The late Frontiers publisher Bob Craig was a conservative in advocate’s clothing.
A native Angeleno, Craig served in the Air Force before going to USC to study accounting. The successful Republican businessman became best known to the gay community in 1973 as the owner of the Hayloft gay bar in Studio City, where he screened movie classics and held annual beefcake Toys for Tots events—“Bring a Buck and a Toy.”
In 1978, Craig co-founded the Valley Business Alliance (now called the Los Angeles Business Alliance), a gay and lesbian chamber of commerce. His timing was insightful. In 1981, Los Angeles Magazine published an article entitled “But Will It Play in WeHo?” that trumpeted gays as the hot new marketing demographic. “[G]ay consumerism meant more than conspicuous consumption: It was also something of a political act,” Lillian Faderman and Stuart Timmons wrote in Gay L.A.
Meanwhile, David Goldstein purchased the Los Angeles Advocate and moved the publication to San Francisco. To fill the L.A. gay news void, in 1982, Greg Carmack and Jerry Hyde started Frontiers magazine. But by 1983, they were having financial problems and approached Mark Hundahl, a straight businessman who had just become co-owner of the Probe disco. They asked for $5,000, and Hundahl agreed—in exchange for two years’ worth of advertising.
“Greg told me he and Jerry started the magazine to be an advocacy magazine,” Hundahl says. “They made Frontiers the voice of the Los Angeles gay community and had the foresight to become part of the strong advocacy movement across the United States. In L.A., lots of people wanted to read it. It struck a nerve at the right place and right time.”
But when Bob Craig joined Frontiers later in 1983, he tried to break the contract. Hundahl reminded Craig that he had taken a “big risk” when the magazine was in trouble. At the end of the two years, Hundahl moved Probe’s business to a new magazine called Edge, where he met David Stern, with whom he would later become business partners.
After Bob Craig became the sole owner of Frontiers, he took a big risk, reprinting Larry Kramer’s famous AIDS polemic “1,183 and Counting” on the cover of the March 30-April 13, 1983, issue. Bar owners threw the magazine out, saying it was bad for business.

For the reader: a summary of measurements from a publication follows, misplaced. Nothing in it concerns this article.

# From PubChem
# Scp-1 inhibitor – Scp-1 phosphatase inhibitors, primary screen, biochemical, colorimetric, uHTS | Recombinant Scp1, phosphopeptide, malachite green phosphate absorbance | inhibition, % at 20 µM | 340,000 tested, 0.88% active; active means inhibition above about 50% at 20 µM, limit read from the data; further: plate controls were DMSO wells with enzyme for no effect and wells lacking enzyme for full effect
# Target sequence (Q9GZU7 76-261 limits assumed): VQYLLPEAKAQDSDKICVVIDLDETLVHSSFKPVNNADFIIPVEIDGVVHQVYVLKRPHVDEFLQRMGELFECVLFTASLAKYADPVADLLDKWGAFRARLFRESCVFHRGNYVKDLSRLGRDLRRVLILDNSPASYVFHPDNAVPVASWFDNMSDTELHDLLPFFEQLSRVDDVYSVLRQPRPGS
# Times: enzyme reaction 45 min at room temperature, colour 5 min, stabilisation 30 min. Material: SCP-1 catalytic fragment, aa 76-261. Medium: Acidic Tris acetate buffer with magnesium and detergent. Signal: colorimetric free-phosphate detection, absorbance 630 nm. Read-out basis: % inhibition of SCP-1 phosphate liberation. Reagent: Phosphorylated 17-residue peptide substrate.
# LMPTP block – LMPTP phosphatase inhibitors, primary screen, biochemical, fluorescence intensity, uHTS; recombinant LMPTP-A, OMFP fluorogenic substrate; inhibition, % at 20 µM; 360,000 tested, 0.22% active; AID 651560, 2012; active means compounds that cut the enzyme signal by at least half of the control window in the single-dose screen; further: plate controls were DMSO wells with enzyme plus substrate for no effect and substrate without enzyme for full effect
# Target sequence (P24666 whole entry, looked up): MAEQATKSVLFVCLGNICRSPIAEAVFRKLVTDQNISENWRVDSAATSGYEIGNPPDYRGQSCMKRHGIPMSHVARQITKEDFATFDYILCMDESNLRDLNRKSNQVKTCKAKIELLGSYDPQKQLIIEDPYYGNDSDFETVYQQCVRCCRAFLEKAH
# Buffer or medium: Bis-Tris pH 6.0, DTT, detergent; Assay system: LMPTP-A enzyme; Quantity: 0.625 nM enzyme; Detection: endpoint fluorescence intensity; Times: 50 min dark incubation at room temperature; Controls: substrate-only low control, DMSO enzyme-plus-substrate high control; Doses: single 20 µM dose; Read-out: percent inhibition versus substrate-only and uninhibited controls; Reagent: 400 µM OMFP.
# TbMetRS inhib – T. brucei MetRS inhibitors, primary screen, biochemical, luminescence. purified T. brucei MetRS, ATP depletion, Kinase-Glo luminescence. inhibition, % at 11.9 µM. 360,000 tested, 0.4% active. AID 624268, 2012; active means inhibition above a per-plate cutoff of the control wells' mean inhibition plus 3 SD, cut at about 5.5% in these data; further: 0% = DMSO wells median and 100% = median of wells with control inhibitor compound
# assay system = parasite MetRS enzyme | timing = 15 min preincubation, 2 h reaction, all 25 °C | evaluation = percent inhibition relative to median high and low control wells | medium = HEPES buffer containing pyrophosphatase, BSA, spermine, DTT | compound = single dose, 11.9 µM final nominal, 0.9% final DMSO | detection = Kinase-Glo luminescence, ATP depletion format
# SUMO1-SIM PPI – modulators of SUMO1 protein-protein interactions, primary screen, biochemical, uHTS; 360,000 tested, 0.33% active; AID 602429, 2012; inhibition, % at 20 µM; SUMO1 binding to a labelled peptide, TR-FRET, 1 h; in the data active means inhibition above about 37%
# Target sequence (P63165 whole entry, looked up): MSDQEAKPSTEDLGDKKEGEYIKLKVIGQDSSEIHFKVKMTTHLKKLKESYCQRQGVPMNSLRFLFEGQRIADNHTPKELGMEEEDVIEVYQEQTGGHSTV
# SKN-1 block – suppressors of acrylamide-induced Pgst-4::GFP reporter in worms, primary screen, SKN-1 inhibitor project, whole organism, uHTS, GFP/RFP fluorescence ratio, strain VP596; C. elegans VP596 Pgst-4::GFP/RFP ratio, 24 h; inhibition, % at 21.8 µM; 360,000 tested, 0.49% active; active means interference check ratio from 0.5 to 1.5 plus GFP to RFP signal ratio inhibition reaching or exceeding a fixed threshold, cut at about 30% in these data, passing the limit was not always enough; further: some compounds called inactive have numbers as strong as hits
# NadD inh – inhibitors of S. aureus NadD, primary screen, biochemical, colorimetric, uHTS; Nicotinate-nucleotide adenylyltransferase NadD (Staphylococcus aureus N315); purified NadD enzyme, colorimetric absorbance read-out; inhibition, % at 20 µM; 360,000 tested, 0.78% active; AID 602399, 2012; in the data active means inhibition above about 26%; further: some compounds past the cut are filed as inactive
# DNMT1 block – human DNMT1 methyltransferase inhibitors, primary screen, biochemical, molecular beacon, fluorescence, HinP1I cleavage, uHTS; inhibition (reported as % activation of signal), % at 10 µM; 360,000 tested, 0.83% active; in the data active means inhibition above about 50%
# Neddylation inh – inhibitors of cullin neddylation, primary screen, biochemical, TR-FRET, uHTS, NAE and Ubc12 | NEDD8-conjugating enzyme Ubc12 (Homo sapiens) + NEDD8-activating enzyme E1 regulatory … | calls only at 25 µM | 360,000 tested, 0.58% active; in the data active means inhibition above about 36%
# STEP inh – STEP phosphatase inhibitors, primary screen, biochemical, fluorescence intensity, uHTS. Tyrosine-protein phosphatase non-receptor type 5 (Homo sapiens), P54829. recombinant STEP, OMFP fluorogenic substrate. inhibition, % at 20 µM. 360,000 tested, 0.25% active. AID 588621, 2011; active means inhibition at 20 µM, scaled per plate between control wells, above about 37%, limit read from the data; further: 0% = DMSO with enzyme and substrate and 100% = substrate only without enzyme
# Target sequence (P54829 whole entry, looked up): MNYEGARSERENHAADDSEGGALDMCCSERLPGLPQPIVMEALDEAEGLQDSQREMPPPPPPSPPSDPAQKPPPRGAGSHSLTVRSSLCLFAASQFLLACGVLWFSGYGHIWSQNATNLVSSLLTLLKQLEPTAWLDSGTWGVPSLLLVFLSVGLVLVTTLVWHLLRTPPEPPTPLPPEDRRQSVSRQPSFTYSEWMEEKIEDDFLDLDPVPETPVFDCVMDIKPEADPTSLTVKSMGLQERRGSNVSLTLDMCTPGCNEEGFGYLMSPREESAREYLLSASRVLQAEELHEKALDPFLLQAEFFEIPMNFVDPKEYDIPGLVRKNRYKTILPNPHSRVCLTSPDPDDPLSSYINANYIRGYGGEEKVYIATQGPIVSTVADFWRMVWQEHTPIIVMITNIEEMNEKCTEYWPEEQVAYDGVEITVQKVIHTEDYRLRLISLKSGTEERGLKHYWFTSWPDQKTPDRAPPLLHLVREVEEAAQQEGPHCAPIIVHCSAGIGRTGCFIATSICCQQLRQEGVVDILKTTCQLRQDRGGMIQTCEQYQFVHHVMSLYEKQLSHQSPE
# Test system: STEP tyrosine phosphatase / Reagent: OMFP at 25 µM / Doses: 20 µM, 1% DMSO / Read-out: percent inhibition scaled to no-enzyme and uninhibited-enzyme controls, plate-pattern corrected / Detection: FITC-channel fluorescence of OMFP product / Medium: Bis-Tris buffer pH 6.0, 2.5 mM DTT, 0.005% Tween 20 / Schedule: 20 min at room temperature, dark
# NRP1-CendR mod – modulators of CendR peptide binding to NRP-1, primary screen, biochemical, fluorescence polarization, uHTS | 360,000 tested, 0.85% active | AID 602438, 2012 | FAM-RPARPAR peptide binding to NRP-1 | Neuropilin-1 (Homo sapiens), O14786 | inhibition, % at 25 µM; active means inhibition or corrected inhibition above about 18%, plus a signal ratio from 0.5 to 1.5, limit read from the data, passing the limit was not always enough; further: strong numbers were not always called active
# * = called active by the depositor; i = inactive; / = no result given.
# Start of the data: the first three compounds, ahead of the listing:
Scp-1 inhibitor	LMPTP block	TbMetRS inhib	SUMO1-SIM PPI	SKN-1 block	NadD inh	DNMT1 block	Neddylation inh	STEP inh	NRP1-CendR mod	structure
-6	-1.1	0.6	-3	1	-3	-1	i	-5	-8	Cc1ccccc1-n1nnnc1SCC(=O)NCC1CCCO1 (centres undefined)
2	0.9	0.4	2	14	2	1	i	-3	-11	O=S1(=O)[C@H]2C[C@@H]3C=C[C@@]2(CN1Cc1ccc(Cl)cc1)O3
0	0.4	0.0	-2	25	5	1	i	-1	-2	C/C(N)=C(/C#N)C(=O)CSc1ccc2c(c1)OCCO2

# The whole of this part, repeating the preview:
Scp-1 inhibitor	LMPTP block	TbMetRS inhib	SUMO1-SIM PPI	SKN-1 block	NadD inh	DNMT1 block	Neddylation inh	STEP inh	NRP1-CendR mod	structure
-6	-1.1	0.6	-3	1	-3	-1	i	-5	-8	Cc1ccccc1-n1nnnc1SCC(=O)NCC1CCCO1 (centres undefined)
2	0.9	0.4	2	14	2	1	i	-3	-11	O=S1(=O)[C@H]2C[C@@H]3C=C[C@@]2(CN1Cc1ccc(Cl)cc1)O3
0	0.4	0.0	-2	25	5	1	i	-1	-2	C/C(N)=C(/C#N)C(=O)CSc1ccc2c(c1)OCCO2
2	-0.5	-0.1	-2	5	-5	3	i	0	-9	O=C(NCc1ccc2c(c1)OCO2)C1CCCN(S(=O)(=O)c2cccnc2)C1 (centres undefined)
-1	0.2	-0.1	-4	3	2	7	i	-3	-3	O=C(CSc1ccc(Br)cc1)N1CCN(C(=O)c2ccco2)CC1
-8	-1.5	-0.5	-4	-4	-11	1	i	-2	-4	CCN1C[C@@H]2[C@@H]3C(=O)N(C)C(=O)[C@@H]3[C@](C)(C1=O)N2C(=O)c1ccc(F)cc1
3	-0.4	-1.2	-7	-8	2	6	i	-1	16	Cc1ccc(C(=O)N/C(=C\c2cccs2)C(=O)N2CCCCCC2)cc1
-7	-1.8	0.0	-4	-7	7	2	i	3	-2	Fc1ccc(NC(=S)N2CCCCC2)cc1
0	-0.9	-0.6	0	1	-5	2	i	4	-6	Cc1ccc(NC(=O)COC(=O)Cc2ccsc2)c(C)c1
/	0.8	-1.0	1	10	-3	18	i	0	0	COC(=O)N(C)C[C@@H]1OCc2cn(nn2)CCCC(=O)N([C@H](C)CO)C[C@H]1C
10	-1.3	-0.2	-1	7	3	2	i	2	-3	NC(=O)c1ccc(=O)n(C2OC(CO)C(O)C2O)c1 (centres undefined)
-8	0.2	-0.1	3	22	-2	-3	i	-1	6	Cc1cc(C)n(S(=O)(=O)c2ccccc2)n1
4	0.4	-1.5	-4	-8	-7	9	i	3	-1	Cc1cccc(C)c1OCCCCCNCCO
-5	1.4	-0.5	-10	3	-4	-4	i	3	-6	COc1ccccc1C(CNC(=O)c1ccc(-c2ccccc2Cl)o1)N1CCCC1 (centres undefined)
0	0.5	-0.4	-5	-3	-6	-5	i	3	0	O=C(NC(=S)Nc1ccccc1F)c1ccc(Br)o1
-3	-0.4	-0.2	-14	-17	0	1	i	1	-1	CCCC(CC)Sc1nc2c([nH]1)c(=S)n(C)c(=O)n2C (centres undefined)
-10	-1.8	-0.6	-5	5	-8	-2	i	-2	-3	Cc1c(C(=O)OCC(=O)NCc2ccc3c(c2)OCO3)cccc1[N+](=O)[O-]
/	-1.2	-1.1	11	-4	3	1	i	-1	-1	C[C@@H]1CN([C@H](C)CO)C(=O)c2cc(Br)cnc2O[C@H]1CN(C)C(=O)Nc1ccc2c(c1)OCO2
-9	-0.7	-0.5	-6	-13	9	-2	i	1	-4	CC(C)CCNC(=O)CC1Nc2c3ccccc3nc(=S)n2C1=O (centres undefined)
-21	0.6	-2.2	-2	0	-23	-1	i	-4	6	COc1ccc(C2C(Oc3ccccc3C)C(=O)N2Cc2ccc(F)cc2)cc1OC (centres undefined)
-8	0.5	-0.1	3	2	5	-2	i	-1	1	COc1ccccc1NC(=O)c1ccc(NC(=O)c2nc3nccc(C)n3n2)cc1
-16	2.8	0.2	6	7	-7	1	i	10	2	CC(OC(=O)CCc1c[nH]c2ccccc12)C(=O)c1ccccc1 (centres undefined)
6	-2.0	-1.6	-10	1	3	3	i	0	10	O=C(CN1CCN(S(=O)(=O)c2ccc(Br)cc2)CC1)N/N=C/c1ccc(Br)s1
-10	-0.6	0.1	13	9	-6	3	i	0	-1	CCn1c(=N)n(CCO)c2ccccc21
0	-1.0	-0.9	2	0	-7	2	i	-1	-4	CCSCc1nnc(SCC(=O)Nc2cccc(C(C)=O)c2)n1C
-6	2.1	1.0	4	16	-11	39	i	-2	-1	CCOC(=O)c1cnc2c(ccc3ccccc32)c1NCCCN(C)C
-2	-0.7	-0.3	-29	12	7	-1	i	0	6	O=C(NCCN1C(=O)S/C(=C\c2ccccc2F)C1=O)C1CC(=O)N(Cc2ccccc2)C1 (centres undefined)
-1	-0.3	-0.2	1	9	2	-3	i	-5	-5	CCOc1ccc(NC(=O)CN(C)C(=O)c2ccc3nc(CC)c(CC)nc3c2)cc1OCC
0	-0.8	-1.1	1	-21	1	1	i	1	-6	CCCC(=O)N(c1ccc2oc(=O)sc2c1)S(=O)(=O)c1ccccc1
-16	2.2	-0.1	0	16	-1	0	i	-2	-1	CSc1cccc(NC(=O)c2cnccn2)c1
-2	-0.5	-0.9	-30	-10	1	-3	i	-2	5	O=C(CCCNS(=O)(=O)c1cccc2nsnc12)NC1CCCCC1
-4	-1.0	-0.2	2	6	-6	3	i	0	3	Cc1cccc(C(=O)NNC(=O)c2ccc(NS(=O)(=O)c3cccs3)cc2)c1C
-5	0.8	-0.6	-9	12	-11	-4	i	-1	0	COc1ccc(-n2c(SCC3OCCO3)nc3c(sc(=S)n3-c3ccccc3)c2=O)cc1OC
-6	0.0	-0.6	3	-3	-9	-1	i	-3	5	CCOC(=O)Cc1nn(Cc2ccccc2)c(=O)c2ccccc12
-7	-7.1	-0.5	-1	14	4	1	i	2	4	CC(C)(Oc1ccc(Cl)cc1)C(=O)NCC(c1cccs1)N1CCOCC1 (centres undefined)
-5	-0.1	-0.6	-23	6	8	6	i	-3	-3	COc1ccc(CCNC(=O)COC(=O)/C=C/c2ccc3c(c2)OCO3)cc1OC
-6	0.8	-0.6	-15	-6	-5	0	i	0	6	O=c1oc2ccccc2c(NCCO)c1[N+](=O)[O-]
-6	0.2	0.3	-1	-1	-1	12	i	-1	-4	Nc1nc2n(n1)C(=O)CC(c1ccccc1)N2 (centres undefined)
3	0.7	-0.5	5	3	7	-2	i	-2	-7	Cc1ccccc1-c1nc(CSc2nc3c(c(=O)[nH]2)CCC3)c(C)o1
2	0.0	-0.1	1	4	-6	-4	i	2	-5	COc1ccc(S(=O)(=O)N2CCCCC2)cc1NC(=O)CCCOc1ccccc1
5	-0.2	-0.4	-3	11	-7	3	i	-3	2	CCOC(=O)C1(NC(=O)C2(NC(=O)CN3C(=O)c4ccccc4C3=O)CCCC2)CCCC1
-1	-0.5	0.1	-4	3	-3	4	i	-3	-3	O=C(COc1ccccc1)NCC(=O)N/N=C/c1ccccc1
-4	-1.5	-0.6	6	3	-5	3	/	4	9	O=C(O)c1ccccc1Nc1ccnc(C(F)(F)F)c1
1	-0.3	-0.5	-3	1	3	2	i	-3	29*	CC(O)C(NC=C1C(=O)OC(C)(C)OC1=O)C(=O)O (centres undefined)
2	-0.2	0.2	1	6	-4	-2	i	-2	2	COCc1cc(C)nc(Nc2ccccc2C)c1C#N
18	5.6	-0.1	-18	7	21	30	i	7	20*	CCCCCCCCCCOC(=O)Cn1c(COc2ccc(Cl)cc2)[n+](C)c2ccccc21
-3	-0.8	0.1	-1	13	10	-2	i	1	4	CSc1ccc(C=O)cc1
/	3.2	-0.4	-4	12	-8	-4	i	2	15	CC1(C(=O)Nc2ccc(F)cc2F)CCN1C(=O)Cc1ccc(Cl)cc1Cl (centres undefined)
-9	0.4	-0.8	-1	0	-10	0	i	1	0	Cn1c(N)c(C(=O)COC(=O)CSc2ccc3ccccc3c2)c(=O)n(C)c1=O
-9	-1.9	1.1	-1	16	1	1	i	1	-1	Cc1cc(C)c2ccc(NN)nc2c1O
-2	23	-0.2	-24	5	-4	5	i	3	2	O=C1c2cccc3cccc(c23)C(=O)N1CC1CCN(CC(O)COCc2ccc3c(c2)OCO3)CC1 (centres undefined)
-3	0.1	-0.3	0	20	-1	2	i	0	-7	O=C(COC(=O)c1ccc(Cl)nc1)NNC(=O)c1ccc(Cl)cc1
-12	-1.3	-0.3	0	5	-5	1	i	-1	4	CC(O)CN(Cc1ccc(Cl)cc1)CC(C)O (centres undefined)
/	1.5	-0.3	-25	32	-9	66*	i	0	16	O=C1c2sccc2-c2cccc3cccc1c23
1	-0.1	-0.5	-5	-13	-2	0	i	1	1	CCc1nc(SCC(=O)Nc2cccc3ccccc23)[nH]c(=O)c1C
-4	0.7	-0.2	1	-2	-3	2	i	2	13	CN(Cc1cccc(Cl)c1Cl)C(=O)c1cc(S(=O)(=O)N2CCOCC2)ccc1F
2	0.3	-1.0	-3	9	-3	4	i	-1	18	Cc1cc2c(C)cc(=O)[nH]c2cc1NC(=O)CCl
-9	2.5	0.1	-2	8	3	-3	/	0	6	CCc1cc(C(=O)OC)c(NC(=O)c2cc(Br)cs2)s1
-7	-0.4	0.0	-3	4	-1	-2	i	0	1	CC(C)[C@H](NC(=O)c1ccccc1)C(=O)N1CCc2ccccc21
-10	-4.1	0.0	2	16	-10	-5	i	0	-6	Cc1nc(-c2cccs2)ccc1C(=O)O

Craig also used Frontiers to advance the move to incorporate West Hollywood. After winning cityhood in 1984, Craig was elected chair of the West Hollywood Incorporation Committee, and, according to the Los Angeles Times, coined the term that came to identify WeHo.
“I would suggest that if you are gay, Camelot is on the horizon,” Craig said just before Election Day. Reporters soon called West Hollywood the “Gay Camelot” after voters elected a gay majority to City Council.
But with President Reagan’s election and the massive deaths from AIDS, the gay community faced harsh, hate-filled realities. In 1985, Craig helped found and became treasurer of LIFE AIDS Lobby. Craig “saw the importance of our visible presence in the political world,” former LIFE Lobby Executive Director Laurie McBride told the Times. “He championed the work at the state level because he saw that it was a critical area that was being neglected.”
In 1986, Craig helped fight the Lyndon La Rouche AIDS Quarantine Initiative, longtime activist Ivy Bottini says. But ironically, he refused to cover rowdy ACT UP until he met with members of ACT UP/L.A. In 1989, Craig was one of 80 community leaders arrested at a major AIDS protest at the federal building in Westwood.
But it wasn’t until 1991 that Bob Craig changed his party affiliation, after Republican Gov. Pete Wilson vetoed the gay civil rights bill AB 101. “Bob Craig was a man of conservative Republican values, but he was also a proud gay man,” says Bottini. When he became a Democrat, “there was a lot of applause. He was a wonderful amazing activist, in his own way.”
In 1997, Craig, Hundahl and Stern created a sister publication, IN magazine. “Frontiers would be more like Newsweek, while IN would be the gay People,” says Stern.
Bob Craig died of AIDS on April 28, 2000. He was 65. In 2007, Hundahl and Stern bought Frontiers and merged it with IN, continuing Craig’s vision of Frontiers as an agent of change for the LGBT community.
“Bob and I became very close friends later,” says Hundahl. “I respected Bob’s vision and his capabilities.”
“Bob helped fulfill a need—to create a platform for all voices of the LGBT community,” says Stern. “Frontiers was and is so important, because it is fundamentally about building and uniting community.”